Given Friel’s decision to take key moments in Ireland’s colonial past as the subject of these two dramas, it might be thought that Translations  and Making History would conform to the ideological imperatives of one version of history and offer, say, an exploration of the confrontation between the native Irish and the colonial powers wielded by the British Empire (in the nineteenth century) and the English State (in the early seventeenth century). Yet although it is possible to read the plays in this way – one of the charges levelled against them is indeed that they are instances of nationalist drama – such a reading does not do justice to the complexity of Friel’s stagecraft, nor, more importantly, to the significance of the political and cultural issues which he invokes.3 The concern of this paper therefore will be to look at the questions which Friel’s work raises with regard to the matter of memory and forgetting in a period of violence and, towards the end of the essay, to the problem of what should be remembered and what should be forgotten once hostilities cease and, to use the ironic phrase, ‘peace breaks out’. Such issues are of course not restricted to Northern Ireland and comparable debates are and have been taking place in many post-conflict societies; South Africa and Argentina are two striking examples where, despite the specific differences, there are notable similarities with Northern Ireland. In each of these contexts there is a shared concern to ‘deal with the past’, yet that phrase itself reveals some of the problems which are involved in any such project in a situation in which bitterness, division and violence were the social norms. ‘To deal with’ can mean ‘to handle effectively’, but it also has the sense ‘to dispose of’.4 Can the past be ‘dealt with’ by disposing of it? What would it mean to handle it ‘effectively’?

By dint of the burden placed on history in Northern Ireland, such questions have been and remain significant. Now that the violence has ended, how is the past to be dealt with? Is there an obligation to remember? Is there a duty to commemorate? Does peace depend on forgetting? Can democratic politics function only by misremembering? In one sense such questions have already been decided at the level of the street. One of the remarkable things about the Troubles in Northern Ireland is the way in which events, issues and people were and are recorded in the everyday spaces of people’s lives. The Conflict Archive on the Internet, together with the Claremont Colleges Digital Library, hold collections of thousands of images of plaques, murals and memorials (Gardens of Remembrance, statues, monuments) which have appeared throughout the past forty years or so.5 Such records were often erected or painted by political or paramilitary organisations, sometimes by local communities, in order to memorialise deaths, to laud heroes, to intimidate and warn, to encourage and rally, to send political messages to the other side and so on. They were, almost universally, designed from a specific perspective, in a hostile and conflictual environment, for particular purposes; many proved ephemeral, some have endured. But if these are local and politically partial representations of history, memory on the street, what happens if the questions posed earlier are taken to a level which encompasses the whole of the divided society? What is it that post-conflict Northern Ireland has to remember, commemorate, forget or mis-remember in order function as an inclusive democratic society? Though such questions are never addressed directly in Friel’s Translations  and Making History – Friel is too sophisticated a playwright to engage in didactics – it is clear that these plays do at least implicitly present these issues for our attention. They do so not by presenting specific details of Irish history which must be recalled, but by considering how and why things are remembered and forgotten and by drawing attention to the criteria which apply to representations of the past. In that sense these are not so much history plays as meta-history plays; they are not concerned with presenting a particular view of an historical event – the introduction of the National Schools, the Ordnance Survey, the Nine Years War – as with an examination of the nature of historical representation itself.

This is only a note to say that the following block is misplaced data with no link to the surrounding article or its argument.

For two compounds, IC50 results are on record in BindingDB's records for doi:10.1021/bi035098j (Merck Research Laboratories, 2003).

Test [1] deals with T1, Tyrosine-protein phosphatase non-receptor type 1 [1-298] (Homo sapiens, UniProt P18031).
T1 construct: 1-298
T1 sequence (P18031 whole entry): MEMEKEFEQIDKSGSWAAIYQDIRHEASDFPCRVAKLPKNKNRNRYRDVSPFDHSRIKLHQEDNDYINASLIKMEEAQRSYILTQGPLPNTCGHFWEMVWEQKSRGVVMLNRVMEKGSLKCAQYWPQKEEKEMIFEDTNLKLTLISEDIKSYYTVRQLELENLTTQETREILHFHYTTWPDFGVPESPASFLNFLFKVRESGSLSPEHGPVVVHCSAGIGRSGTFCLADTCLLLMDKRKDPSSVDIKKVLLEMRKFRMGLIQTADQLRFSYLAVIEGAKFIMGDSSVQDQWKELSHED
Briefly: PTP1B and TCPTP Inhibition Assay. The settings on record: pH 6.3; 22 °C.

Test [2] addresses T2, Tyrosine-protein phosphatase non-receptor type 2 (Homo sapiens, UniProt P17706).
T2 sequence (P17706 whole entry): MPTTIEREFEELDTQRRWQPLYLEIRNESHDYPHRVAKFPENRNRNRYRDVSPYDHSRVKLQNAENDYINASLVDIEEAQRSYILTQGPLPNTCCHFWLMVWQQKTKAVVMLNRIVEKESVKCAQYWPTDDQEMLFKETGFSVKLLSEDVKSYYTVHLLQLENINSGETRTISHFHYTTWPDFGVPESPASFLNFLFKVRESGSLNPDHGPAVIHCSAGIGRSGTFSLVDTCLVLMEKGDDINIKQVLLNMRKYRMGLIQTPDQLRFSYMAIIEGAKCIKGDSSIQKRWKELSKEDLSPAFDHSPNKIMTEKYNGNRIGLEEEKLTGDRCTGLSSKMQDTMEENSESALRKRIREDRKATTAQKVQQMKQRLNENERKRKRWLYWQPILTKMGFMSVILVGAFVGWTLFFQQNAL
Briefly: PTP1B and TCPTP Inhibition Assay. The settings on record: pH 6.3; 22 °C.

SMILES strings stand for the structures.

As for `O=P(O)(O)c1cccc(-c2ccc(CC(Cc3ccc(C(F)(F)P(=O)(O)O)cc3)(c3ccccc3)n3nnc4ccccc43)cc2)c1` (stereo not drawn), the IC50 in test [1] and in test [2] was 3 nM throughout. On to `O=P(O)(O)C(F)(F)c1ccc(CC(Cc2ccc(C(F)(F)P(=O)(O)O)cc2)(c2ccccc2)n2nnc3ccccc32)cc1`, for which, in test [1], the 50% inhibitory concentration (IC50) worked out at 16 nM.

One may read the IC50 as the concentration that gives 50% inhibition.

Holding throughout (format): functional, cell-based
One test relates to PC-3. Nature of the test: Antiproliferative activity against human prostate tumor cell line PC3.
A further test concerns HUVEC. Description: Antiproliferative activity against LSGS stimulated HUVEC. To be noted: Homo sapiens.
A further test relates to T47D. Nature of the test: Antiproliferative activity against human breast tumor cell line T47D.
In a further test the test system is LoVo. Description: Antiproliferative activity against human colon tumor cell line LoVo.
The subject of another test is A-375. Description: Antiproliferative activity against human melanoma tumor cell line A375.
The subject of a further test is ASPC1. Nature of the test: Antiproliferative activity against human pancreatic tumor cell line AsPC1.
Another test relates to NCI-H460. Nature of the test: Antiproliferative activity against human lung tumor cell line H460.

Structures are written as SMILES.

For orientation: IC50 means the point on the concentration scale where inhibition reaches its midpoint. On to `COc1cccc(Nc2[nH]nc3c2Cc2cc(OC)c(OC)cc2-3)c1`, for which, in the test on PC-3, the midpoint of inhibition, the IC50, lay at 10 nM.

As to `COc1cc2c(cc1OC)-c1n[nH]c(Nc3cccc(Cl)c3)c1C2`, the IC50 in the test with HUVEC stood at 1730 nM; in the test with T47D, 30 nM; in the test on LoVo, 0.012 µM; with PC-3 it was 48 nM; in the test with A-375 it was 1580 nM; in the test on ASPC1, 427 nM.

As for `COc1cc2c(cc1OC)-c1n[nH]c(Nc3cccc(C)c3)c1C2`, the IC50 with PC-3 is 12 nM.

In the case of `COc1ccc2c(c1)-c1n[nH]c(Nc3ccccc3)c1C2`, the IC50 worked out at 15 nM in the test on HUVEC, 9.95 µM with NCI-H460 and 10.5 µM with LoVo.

Translations  centres upon an issue which involves memory and forgetting in colonial and post-colonial Ireland: the loss of the native language. Though this process (including the Anglicising of place-names) took place over centuries, its pace increased markedly in the nineteenth century. In the 1830s, out of a total population of some eight million, about two million spoke only Irish and understood no English, while another two million were bilingual; thus about half of the population spoke Gaelic and a quarter of the total spoke little or no English. Just eighty years later, in 1911, immediately before independence from British rule, just 13.3% of the population were recorded as speaking any Gaelic and less than 3% were Irish monoglots. Over the course of less than a century, Ireland became largely Anglicised and the Irish language almost died as a living communal language; Ireland took its place, along with many other colonies under British rule, in the English-speaking world.6